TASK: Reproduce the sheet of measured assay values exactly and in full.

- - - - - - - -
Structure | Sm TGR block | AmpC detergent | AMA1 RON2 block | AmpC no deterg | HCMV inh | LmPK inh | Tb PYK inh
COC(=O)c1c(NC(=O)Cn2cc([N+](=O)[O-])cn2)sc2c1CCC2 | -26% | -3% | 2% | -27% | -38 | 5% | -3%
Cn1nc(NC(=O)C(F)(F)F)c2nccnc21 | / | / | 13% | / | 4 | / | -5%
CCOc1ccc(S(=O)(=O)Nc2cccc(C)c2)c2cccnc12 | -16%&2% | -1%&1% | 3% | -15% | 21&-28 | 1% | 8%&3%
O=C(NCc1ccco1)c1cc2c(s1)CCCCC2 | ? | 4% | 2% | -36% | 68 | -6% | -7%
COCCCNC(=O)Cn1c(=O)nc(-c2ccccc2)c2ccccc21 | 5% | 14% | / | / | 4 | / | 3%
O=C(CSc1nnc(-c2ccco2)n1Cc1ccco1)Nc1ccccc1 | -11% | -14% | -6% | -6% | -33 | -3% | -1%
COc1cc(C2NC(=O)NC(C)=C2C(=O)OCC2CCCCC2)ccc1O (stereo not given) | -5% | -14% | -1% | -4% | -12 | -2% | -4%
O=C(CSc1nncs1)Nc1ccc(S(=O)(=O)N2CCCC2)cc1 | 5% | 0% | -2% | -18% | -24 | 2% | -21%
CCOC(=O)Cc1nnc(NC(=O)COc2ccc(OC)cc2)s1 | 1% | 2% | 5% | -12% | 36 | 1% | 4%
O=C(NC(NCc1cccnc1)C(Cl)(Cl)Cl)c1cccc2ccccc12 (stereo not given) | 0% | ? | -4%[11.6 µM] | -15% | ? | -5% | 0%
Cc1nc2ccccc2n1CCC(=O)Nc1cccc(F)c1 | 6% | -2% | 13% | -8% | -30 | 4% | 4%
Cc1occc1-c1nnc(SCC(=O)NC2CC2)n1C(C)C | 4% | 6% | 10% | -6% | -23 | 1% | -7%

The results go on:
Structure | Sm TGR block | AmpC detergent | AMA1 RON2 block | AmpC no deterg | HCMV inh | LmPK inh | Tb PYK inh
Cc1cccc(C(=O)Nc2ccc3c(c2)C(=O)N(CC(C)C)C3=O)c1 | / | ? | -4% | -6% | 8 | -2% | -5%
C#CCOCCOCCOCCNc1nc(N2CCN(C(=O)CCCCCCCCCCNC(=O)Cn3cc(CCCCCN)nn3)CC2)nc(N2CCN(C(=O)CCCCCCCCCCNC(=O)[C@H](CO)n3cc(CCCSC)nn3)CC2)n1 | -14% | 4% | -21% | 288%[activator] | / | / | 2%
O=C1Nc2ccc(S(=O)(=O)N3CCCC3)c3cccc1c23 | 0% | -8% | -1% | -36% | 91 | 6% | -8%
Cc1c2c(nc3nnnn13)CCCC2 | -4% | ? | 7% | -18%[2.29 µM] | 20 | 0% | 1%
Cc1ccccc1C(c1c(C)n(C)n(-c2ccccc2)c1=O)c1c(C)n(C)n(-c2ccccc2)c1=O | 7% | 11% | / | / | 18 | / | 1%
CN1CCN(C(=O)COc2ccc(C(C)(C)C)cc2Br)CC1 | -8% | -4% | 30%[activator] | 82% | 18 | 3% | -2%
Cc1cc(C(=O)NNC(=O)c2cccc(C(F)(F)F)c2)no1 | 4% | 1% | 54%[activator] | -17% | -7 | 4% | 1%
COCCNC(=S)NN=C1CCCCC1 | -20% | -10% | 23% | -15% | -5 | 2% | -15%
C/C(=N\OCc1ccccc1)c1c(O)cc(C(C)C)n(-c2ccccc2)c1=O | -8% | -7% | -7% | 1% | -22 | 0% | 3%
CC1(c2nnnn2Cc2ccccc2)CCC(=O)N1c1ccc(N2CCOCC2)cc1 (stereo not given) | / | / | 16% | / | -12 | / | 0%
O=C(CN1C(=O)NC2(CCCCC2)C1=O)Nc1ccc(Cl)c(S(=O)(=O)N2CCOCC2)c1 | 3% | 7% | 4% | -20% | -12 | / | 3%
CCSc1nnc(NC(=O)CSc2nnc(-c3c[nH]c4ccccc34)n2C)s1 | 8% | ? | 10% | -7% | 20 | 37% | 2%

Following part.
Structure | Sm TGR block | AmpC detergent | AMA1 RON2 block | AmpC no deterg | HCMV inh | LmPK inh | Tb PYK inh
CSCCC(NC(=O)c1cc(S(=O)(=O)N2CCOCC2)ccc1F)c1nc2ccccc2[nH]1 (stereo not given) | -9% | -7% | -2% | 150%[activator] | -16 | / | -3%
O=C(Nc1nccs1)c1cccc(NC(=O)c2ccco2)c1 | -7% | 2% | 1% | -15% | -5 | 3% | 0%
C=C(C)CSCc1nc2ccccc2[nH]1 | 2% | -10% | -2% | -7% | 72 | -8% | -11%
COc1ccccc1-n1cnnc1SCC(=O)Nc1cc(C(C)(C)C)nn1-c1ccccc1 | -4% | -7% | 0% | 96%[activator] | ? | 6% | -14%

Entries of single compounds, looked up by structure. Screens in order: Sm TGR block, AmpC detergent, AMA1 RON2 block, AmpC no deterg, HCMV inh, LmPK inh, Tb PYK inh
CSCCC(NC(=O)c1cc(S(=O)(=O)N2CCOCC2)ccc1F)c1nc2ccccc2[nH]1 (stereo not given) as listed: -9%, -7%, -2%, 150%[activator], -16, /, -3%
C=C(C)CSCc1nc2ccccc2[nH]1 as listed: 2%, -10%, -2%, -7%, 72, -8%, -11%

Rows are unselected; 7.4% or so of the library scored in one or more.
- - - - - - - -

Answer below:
Structure | Sm TGR block | AmpC detergent | AMA1 RON2 block | AmpC no deterg | HCMV inh | LmPK inh | Tb PYK inh
COC(=O)c1c(NC(=O)Cn2cc([N+](=O)[O-])cn2)sc2c1CCC2 | -26% | -3% | 2% | -27% | -38 | 5% | -3%
Cn1nc(NC(=O)C(F)(F)F)c2nccnc21 | / | / | 13% | / | 4 | / | -5%
CCOc1ccc(S(=O)(=O)Nc2cccc(C)c2)c2cccnc12 | -16%&2% | -1%&1% | 3% | -15% | 21&-28 | 1% | 8%&3%
O=C(NCc1ccco1)c1cc2c(s1)CCCCC2 | ? | 4% | 2% | -36% | 68 | -6% | -7%
COCCCNC(=O)Cn1c(=O)nc(-c2ccccc2)c2ccccc21 | 5% | 14% | / | / | 4 | / | 3%
O=C(CSc1nnc(-c2ccco2)n1Cc1ccco1)Nc1ccccc1 | -11% | -14% | -6% | -6% | -33 | -3% | -1%
COc1cc(C2NC(=O)NC(C)=C2C(=O)OCC2CCCCC2)ccc1O (stereo not given) | -5% | -14% | -1% | -4% | -12 | -2% | -4%
O=C(CSc1nncs1)Nc1ccc(S(=O)(=O)N2CCCC2)cc1 | 5% | 0% | -2% | -18% | -24 | 2% | -21%
CCOC(=O)Cc1nnc(NC(=O)COc2ccc(OC)cc2)s1 | 1% | 2% | 5% | -12% | 36 | 1% | 4%
O=C(NC(NCc1cccnc1)C(Cl)(Cl)Cl)c1cccc2ccccc12 (stereo not given) | 0% | ? | -4%[11.6 µM] | -15% | ? | -5% | 0%
Cc1nc2ccccc2n1CCC(=O)Nc1cccc(F)c1 | 6% | -2% | 13% | -8% | -30 | 4% | 4%
Cc1occc1-c1nnc(SCC(=O)NC2CC2)n1C(C)C | 4% | 6% | 10% | -6% | -23 | 1% | -7%

The results go on:
Structure | Sm TGR block | AmpC detergent | AMA1 RON2 block | AmpC no deterg | HCMV inh | LmPK inh | Tb PYK inh
Cc1cccc(C(=O)Nc2ccc3c(c2)C(=O)N(CC(C)C)C3=O)c1 | / | ? | -4% | -6% | 8 | -2% | -5%
C#CCOCCOCCOCCNc1nc(N2CCN(C(=O)CCCCCCCCCCNC(=O)Cn3cc(CCCCCN)nn3)CC2)nc(N2CCN(C(=O)CCCCCCCCCCNC(=O)[C@H](CO)n3cc(CCCSC)nn3)CC2)n1 | -14% | 4% | -21% | 288%[activator] | / | / | 2%
O=C1Nc2ccc(S(=O)(=O)N3CCCC3)c3cccc1c23 | 0% | -8% | -1% | -36% | 91 | 6% | -8%
Cc1c2c(nc3nnnn13)CCCC2 | -4% | ? | 7% | -18%[2.29 µM] | 20 | 0% | 1%
Cc1ccccc1C(c1c(C)n(C)n(-c2ccccc2)c1=O)c1c(C)n(C)n(-c2ccccc2)c1=O | 7% | 11% | / | / | 18 | / | 1%
CN1CCN(C(=O)COc2ccc(C(C)(C)C)cc2Br)CC1 | -8% | -4% | 30%[activator] | 82% | 18 | 3% | -2%
Cc1cc(C(=O)NNC(=O)c2cccc(C(F)(F)F)c2)no1 | 4% | 1% | 54%[activator] | -17% | -7 | 4% | 1%
COCCNC(=S)NN=C1CCCCC1 | -20% | -10% | 23% | -15% | -5 | 2% | -15%
C/C(=N\OCc1ccccc1)c1c(O)cc(C(C)C)n(-c2ccccc2)c1=O | -8% | -7% | -7% | 1% | -22 | 0% | 3%
CC1(c2nnnn2Cc2ccccc2)CCC(=O)N1c1ccc(N2CCOCC2)cc1 (stereo not given) | / | / | 16% | / | -12 | / | 0%
O=C(CN1C(=O)NC2(CCCCC2)C1=O)Nc1ccc(Cl)c(S(=O)(=O)N2CCOCC2)c1 | 3% | 7% | 4% | -20% | -12 | / | 3%
CCSc1nnc(NC(=O)CSc2nnc(-c3c[nH]c4ccccc34)n2C)s1 | 8% | ? | 10% | -7% | 20 | 37% | 2%

Following part.
Structure | Sm TGR block | AmpC detergent | AMA1 RON2 block | AmpC no deterg | HCMV inh | LmPK inh | Tb PYK inh
CSCCC(NC(=O)c1cc(S(=O)(=O)N2CCOCC2)ccc1F)c1nc2ccccc2[nH]1 (stereo not given) | -9% | -7% | -2% | 150%[activator] | -16 | / | -3%
O=C(Nc1nccs1)c1cccc(NC(=O)c2ccco2)c1 | -7% | 2% | 1% | -15% | -5 | 3% | 0%
C=C(C)CSCc1nc2ccccc2[nH]1 | 2% | -10% | -2% | -7% | 72 | -8% | -11%
COc1ccccc1-n1cnnc1SCC(=O)Nc1cc(C(C)(C)C)nn1-c1ccccc1 | -4% | -7% | 0% | 96%[activator] | ? | 6% | -14%

Entries of single compounds, looked up by structure. Screens in order: Sm TGR block, AmpC detergent, AMA1 RON2 block, AmpC no deterg, HCMV inh, LmPK inh, Tb PYK inh
CSCCC(NC(=O)c1cc(S(=O)(=O)N2CCOCC2)ccc1F)c1nc2ccccc2[nH]1 (stereo not given) as listed: -9%, -7%, -2%, 150%[activator], -16, /, -3%
C=C(C)CSCc1nc2ccccc2[nH]1 as listed: 2%, -10%, -2%, -7%, 72, -8%, -11%

Rows are unselected; 7.4% or so of the library scored in one or more.